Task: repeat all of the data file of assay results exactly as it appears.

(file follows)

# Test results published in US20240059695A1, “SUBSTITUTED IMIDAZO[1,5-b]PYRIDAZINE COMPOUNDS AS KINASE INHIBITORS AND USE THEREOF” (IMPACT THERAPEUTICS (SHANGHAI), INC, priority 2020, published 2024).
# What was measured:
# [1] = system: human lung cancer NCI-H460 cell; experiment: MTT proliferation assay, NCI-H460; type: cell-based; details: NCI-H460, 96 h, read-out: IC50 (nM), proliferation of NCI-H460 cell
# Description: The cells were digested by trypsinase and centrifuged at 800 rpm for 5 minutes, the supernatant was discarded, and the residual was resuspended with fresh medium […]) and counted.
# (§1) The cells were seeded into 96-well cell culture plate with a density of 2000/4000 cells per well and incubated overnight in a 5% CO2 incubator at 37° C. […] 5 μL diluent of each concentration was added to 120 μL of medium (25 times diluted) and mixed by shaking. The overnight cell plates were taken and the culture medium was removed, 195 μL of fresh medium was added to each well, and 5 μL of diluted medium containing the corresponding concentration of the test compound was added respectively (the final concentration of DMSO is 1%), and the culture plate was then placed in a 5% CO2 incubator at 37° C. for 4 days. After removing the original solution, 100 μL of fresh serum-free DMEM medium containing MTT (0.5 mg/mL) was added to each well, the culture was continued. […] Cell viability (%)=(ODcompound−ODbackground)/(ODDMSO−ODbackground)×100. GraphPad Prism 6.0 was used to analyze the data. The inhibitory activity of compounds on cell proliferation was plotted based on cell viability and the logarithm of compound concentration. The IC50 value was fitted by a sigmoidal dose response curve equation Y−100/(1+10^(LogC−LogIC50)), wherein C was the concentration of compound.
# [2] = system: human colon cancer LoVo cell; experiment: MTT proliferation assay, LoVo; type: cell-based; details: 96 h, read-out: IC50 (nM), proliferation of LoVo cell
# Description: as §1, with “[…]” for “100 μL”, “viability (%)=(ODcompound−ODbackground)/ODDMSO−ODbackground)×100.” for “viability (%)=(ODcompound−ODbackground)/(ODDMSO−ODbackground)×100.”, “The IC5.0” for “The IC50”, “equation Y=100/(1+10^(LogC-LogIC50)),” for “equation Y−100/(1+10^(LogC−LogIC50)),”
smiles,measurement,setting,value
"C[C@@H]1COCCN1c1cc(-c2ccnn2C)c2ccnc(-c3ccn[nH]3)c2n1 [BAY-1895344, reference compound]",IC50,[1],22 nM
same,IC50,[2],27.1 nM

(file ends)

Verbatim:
# Test results published in US20240059695A1, “SUBSTITUTED IMIDAZO[1,5-b]PYRIDAZINE COMPOUNDS AS KINASE INHIBITORS AND USE THEREOF” (IMPACT THERAPEUTICS (SHANGHAI), INC, priority 2020, published 2024).
# What was measured:
# [1] = system: human lung cancer NCI-H460 cell; experiment: MTT proliferation assay, NCI-H460; type: cell-based; details: NCI-H460, 96 h, read-out: IC50 (nM), proliferation of NCI-H460 cell
# Description: The cells were digested by trypsinase and centrifuged at 800 rpm for 5 minutes, the supernatant was discarded, and the residual was resuspended with fresh medium […]) and counted.
# (§1) The cells were seeded into 96-well cell culture plate with a density of 2000/4000 cells per well and incubated overnight in a 5% CO2 incubator at 37° C. […] 5 μL diluent of each concentration was added to 120 μL of medium (25 times diluted) and mixed by shaking. The overnight cell plates were taken and the culture medium was removed, 195 μL of fresh medium was added to each well, and 5 μL of diluted medium containing the corresponding concentration of the test compound was added respectively (the final concentration of DMSO is 1%), and the culture plate was then placed in a 5% CO2 incubator at 37° C. for 4 days. After removing the original solution, 100 μL of fresh serum-free DMEM medium containing MTT (0.5 mg/mL) was added to each well, the culture was continued. […] Cell viability (%)=(ODcompound−ODbackground)/(ODDMSO−ODbackground)×100. GraphPad Prism 6.0 was used to analyze the data. The inhibitory activity of compounds on cell proliferation was plotted based on cell viability and the logarithm of compound concentration. The IC50 value was fitted by a sigmoidal dose response curve equation Y−100/(1+10^(LogC−LogIC50)), wherein C was the concentration of compound.
# [2] = system: human colon cancer LoVo cell; experiment: MTT proliferation assay, LoVo; type: cell-based; details: 96 h, read-out: IC50 (nM), proliferation of LoVo cell
# Description: as §1, with “[…]” for “100 μL”, “viability (%)=(ODcompound−ODbackground)/ODDMSO−ODbackground)×100.” for “viability (%)=(ODcompound−ODbackground)/(ODDMSO−ODbackground)×100.”, “The IC5.0” for “The IC50”, “equation Y=100/(1+10^(LogC-LogIC50)),” for “equation Y−100/(1+10^(LogC−LogIC50)),”
smiles,measurement,setting,value
"C[C@@H]1COCCN1c1cc(-c2ccnn2C)c2ccnc(-c3ccn[nH]3)c2n1 [BAY-1895344, reference compound]",IC50,[1],22 nM
same,IC50,[2],27.1 nM